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Updated: Gift and Estate Tax Discounts Not Likely to Shrink After All
The U.S. Treasury Department and the IRS have not publically indicated any departure from the Section 2704 regulations or the timeline as reported here. However, it is widely believed that the regulation will not be in place in January 2017 in its current form. In addition, President-elect Trump’s administration is expected to rescind or make significant alterations to the proposed regulatory changes. We will continue to monitor this matter and make updates as more details are released and we invite you to contact us with questions or concerns.
For many years it has been common for estate planners to advise an owner of a closely held business to gift or sell minority and noncontrolling interests to children and other related parties at discounts to their pro rata value. These discounts, consisting of a discount for lack of control (DLOC) and for a lack of marketability (DLOM), often combined for a discount of 35 – 45 percent or more in some cases. This has been a great way to leverage the gift tax exemption by transferring $1 of stock while reporting that value at significantly lower values for gift tax reporting purposes (e.g., 60 cents or 65 cents in many cases).
But that changed in early August 2016, when the IRS issued proposed regulations to Internal Revenue Code Section 2704. The changes will reduce the ability to take these discounts when valuing the transfer of minority interests between family members. If these regulations are finalized as written, the thought among many professionals in estate planning and valuation is that the DLOC for these types of transfers will be essentially eliminated.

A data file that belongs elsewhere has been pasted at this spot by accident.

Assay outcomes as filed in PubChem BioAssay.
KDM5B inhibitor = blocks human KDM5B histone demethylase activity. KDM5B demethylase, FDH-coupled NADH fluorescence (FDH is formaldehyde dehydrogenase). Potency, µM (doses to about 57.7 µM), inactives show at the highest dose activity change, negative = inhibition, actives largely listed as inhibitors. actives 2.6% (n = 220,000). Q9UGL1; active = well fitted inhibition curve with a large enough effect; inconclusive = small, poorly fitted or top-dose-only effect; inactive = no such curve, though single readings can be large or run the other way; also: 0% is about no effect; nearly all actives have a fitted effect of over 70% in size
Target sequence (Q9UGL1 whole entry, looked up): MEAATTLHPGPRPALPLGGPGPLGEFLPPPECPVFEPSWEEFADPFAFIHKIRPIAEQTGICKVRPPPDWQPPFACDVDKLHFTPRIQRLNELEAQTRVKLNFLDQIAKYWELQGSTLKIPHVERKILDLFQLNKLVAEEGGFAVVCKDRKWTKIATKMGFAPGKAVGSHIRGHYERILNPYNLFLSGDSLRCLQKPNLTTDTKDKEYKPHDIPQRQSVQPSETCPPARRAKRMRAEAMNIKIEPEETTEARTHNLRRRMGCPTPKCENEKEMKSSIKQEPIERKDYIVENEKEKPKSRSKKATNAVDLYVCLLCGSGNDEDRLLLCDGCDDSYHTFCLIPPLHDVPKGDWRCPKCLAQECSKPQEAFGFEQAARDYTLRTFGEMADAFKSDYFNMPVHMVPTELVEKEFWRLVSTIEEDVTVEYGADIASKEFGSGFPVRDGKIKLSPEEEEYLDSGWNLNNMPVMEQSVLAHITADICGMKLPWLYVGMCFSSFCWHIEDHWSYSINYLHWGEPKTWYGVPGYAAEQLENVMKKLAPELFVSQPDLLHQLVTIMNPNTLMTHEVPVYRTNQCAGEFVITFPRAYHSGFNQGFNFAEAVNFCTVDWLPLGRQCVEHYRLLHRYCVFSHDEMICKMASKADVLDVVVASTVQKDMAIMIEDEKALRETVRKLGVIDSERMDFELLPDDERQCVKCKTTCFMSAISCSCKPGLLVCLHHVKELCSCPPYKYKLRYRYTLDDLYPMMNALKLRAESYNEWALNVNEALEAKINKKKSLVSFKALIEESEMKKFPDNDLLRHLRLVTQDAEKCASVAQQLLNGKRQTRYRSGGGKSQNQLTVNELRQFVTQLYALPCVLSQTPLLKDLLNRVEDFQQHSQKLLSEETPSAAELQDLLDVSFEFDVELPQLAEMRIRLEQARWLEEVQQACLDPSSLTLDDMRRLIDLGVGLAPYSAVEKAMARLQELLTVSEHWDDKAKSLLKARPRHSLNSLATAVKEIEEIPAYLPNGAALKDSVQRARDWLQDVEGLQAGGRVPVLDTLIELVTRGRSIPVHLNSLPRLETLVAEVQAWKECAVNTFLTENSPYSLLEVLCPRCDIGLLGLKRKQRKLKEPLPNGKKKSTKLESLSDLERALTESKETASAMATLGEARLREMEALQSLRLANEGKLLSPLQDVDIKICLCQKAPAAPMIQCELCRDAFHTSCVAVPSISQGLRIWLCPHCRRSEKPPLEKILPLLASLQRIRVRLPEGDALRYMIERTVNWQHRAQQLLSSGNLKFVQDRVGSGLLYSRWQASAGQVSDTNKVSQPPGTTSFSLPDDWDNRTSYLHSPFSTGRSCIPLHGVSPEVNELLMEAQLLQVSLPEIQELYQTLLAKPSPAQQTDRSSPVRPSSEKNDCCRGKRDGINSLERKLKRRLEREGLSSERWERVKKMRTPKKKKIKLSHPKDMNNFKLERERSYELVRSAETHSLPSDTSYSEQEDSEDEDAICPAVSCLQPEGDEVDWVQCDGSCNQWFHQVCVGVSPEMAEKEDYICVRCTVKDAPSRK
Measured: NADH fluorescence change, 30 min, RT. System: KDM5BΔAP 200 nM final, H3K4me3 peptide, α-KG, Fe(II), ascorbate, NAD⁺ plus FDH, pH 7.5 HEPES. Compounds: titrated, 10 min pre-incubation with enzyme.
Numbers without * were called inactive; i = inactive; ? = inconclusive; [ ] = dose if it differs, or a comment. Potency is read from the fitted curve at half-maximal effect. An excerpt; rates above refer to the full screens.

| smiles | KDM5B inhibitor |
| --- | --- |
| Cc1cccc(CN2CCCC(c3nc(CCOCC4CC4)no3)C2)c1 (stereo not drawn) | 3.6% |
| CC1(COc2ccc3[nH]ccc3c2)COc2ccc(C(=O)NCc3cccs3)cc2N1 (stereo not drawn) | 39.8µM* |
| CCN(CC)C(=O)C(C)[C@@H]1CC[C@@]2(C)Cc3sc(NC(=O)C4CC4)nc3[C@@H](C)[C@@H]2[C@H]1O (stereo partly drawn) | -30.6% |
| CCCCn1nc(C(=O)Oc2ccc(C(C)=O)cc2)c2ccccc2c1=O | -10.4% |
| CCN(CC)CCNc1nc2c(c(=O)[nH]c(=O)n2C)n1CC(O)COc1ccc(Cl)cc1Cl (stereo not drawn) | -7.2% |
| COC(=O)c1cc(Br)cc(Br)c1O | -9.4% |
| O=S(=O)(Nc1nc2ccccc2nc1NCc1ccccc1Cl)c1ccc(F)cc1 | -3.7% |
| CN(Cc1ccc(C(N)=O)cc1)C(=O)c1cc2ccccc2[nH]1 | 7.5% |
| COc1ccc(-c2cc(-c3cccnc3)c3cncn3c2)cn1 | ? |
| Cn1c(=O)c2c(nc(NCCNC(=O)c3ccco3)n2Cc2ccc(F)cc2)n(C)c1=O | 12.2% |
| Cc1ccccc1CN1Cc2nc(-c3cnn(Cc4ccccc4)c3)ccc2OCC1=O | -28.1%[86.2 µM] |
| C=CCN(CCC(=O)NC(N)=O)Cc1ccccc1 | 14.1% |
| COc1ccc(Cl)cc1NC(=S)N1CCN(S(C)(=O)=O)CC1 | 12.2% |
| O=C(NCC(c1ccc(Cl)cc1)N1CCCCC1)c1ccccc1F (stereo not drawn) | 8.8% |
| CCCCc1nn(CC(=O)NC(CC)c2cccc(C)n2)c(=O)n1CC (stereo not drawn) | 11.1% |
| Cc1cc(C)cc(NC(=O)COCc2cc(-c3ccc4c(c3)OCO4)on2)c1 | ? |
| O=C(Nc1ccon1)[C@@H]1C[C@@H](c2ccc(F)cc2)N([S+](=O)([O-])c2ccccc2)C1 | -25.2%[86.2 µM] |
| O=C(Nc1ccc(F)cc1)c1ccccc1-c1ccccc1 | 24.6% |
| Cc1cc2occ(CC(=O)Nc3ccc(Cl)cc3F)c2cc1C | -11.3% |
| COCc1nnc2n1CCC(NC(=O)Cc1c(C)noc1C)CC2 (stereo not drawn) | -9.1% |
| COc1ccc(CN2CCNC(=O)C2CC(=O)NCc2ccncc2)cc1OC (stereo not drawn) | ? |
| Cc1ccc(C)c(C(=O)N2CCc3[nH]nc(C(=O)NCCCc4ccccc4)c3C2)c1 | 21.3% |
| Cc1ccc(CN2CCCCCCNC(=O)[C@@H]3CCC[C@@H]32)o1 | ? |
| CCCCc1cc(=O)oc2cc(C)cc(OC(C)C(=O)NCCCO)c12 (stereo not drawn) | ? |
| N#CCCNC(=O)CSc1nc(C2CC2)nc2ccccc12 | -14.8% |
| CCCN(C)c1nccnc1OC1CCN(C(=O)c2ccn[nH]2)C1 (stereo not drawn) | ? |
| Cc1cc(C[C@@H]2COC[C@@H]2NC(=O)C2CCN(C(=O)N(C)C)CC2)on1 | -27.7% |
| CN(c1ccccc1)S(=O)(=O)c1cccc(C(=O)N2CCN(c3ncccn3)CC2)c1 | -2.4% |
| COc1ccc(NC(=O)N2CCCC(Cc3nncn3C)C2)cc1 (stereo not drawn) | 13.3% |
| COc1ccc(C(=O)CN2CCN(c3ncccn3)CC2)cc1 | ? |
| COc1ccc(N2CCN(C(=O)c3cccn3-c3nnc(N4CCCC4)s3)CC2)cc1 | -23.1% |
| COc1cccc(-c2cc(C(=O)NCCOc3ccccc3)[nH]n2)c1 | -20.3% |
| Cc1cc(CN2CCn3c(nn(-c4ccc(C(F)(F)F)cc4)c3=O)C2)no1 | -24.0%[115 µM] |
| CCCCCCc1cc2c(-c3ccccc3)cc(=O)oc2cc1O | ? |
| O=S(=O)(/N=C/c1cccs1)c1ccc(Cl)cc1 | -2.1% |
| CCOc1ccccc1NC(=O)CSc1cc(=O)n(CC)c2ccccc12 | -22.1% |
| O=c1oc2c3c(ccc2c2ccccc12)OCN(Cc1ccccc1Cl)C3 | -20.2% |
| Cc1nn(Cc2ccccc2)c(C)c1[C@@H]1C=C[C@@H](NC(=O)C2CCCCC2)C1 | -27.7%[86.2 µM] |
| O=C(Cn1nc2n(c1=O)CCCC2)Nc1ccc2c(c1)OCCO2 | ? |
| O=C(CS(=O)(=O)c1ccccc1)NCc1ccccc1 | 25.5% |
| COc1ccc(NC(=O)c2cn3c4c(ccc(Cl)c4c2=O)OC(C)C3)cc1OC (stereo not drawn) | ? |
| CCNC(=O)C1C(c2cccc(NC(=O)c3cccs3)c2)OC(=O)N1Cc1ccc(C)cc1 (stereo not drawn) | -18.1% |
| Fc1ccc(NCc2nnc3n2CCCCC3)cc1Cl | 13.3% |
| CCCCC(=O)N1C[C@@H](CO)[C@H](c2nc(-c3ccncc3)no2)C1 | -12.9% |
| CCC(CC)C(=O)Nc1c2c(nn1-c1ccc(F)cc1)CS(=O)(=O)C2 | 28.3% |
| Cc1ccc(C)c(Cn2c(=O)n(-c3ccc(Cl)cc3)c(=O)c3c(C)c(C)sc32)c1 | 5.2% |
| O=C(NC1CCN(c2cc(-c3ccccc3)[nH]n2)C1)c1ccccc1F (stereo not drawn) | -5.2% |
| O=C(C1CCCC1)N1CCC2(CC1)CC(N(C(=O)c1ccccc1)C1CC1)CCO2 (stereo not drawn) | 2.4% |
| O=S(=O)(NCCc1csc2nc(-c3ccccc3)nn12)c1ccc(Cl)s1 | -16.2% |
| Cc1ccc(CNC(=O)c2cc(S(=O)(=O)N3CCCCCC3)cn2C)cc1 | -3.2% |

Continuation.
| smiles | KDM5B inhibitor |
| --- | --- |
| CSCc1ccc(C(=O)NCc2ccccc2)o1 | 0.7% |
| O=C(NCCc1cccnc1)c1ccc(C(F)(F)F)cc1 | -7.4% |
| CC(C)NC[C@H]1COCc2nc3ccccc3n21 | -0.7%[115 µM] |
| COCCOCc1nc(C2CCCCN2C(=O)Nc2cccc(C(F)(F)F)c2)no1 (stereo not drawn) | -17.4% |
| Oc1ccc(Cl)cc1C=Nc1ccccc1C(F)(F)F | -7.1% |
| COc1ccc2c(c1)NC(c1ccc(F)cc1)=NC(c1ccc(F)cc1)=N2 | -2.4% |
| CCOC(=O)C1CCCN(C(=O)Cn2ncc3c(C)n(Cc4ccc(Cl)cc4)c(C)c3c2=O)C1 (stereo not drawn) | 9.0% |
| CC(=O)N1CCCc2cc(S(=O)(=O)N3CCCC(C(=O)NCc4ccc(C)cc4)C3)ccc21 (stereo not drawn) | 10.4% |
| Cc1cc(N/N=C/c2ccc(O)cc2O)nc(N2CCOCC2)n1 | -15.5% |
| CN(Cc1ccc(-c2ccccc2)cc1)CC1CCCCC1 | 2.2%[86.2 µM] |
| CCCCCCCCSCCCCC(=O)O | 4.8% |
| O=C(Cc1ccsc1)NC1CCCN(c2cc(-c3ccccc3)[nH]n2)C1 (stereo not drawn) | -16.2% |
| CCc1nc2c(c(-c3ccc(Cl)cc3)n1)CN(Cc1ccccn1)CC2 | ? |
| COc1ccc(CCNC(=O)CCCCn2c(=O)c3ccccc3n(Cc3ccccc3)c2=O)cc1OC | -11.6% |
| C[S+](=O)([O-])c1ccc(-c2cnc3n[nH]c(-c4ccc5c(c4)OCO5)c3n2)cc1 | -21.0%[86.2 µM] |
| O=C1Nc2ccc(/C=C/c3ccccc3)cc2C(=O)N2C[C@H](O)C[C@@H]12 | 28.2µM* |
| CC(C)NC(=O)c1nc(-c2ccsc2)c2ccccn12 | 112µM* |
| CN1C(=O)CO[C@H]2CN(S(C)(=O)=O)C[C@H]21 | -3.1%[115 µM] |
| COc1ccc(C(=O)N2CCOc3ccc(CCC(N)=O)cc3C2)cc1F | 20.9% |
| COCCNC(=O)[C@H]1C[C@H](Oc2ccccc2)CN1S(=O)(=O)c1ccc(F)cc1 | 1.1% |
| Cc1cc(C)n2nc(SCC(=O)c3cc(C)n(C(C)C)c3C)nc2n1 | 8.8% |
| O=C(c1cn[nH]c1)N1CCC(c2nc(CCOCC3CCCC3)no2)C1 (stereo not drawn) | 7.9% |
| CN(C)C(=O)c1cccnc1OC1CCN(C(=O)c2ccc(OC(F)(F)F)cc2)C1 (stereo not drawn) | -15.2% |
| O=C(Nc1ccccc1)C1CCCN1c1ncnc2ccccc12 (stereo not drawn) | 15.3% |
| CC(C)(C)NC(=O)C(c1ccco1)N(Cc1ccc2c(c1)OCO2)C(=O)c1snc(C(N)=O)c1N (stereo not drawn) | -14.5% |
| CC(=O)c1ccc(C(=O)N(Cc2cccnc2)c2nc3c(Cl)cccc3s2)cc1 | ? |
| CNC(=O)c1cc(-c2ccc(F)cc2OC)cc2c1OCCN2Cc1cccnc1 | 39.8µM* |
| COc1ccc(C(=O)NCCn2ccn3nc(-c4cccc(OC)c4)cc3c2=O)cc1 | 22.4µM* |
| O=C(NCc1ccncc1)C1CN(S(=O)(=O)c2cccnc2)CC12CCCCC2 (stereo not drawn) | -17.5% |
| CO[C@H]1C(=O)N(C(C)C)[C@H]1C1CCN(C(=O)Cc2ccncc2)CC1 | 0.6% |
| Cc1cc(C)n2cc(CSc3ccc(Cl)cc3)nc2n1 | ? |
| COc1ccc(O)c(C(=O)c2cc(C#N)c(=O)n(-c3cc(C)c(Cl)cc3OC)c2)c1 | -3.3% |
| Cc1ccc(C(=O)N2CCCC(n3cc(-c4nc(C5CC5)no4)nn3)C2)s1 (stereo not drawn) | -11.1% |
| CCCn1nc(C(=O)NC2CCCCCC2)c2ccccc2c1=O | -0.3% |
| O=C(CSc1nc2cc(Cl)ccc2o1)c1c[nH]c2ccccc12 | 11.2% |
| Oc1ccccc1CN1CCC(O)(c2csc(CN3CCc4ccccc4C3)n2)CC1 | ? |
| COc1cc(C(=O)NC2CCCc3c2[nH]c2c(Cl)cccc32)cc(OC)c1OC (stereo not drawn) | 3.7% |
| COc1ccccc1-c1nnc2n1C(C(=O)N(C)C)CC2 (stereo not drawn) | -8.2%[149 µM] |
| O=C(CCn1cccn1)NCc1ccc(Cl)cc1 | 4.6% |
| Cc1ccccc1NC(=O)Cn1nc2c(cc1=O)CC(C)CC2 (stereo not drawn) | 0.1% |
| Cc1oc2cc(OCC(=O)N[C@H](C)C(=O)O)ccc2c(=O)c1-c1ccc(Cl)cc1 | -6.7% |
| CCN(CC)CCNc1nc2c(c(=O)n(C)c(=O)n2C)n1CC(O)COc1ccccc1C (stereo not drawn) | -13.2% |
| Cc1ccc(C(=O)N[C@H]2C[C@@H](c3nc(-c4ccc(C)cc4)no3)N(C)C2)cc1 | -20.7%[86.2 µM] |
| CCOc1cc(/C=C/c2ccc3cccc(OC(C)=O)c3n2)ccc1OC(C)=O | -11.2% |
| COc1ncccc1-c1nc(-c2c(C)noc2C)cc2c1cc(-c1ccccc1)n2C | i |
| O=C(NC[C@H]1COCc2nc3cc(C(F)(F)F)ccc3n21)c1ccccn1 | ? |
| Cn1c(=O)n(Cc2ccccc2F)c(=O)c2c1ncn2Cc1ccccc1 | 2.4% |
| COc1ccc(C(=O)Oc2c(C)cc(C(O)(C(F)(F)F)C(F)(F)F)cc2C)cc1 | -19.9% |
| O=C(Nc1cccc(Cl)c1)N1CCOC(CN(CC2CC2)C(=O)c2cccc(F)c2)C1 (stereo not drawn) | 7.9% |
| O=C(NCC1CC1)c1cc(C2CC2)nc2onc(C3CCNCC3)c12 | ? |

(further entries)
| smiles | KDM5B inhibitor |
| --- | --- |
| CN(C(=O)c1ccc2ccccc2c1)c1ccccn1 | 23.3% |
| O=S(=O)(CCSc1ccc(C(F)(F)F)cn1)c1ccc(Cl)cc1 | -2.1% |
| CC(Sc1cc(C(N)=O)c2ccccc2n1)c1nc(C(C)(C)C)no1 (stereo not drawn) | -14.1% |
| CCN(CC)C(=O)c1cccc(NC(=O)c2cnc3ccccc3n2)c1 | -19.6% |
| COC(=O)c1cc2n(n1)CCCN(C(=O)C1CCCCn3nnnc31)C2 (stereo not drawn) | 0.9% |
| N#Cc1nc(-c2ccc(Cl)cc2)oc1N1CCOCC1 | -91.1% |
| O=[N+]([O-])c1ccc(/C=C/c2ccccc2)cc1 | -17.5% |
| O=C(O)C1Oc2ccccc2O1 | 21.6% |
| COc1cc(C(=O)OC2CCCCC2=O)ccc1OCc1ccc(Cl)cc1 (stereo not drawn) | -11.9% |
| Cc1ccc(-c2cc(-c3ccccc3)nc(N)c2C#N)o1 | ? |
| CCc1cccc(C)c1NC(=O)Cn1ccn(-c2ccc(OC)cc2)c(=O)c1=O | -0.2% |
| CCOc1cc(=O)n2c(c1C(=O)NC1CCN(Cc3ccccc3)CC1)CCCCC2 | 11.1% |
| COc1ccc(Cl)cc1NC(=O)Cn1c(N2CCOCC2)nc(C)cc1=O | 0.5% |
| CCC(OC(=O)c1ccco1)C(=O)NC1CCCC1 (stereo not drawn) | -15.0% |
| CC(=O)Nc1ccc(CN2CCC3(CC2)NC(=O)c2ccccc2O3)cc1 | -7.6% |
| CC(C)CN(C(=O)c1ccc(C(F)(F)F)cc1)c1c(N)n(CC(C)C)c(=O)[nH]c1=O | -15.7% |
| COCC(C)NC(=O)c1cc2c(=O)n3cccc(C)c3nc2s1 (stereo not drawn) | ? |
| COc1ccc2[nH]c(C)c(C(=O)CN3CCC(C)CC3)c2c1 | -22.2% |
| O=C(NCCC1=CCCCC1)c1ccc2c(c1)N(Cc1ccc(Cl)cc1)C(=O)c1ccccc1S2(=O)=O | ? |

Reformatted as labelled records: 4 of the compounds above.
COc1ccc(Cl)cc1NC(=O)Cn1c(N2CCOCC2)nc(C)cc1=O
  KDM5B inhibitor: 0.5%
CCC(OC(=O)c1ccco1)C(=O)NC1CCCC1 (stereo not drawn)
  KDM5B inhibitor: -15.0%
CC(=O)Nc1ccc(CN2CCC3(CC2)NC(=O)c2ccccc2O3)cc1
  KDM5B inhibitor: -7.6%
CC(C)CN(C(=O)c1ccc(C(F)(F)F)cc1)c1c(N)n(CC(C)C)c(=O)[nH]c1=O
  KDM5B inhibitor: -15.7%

The Far Reaching Impact of Proposed IRC 2704 Regulations on Gifting and Sales of Closely Held Businesses
There are some safe-harbor exceptions involving the presence of a nonfamily owner in the business that would allow the discounts to be applied. But stipulations apply:
- The nonfamily member must own at least a 10 percent interest
- The nonfamily ownership block needs to be at least 20 percent
- The ownership needs to be held for at least three years
- Ownership must be given a “put” right to allow the nonfamily member to request payment for the shares at any time
- Ownership must be paid within six months at “minimum value,” which is essentially pro rata value of the business as a whole
Obviously, qualifying for this safe harbor would be very difficult in most closely-held business entities.
Some valuation professionals, ourselves included, believe there are still opportunities to apply both the DLOC and the DLOM for intrafamily transfers of closely held stock and partnership interests; the discounts would be less than those taken prior to the proposed 2704 regulations, if finalized as written.
Consider a gift or sale before January 1, 2017
Given the likelihood of these proposed regulations going through, it would be wise to review your estate plan. We can help you determine whether the gifting of closely-held stock or partnership interest to family members makes sense from an overall estate planning perspective, and whether these transfers should be made prior to January 1, 2017, which is the earliest the regulations can become final. By transferring the shares prior to the finalization of the regulations, the discounts should be allowed under the current regulations and relevant case law.
Read our white paper for a detailed view of what’s being proposed, including the background of IRC Section 2704, its contents, and its far reaching impact on gifting and sales of closely held businesses.
A candid message for business owners
CLA Principal Jamey Rappis takes to the airwaves with a candid message for business owners related to 2704: Now is the time to have a conversation with your children about the transfer of your business.
View the video from an episode of The Growth Minded Podcast, hosted by Todd McLees.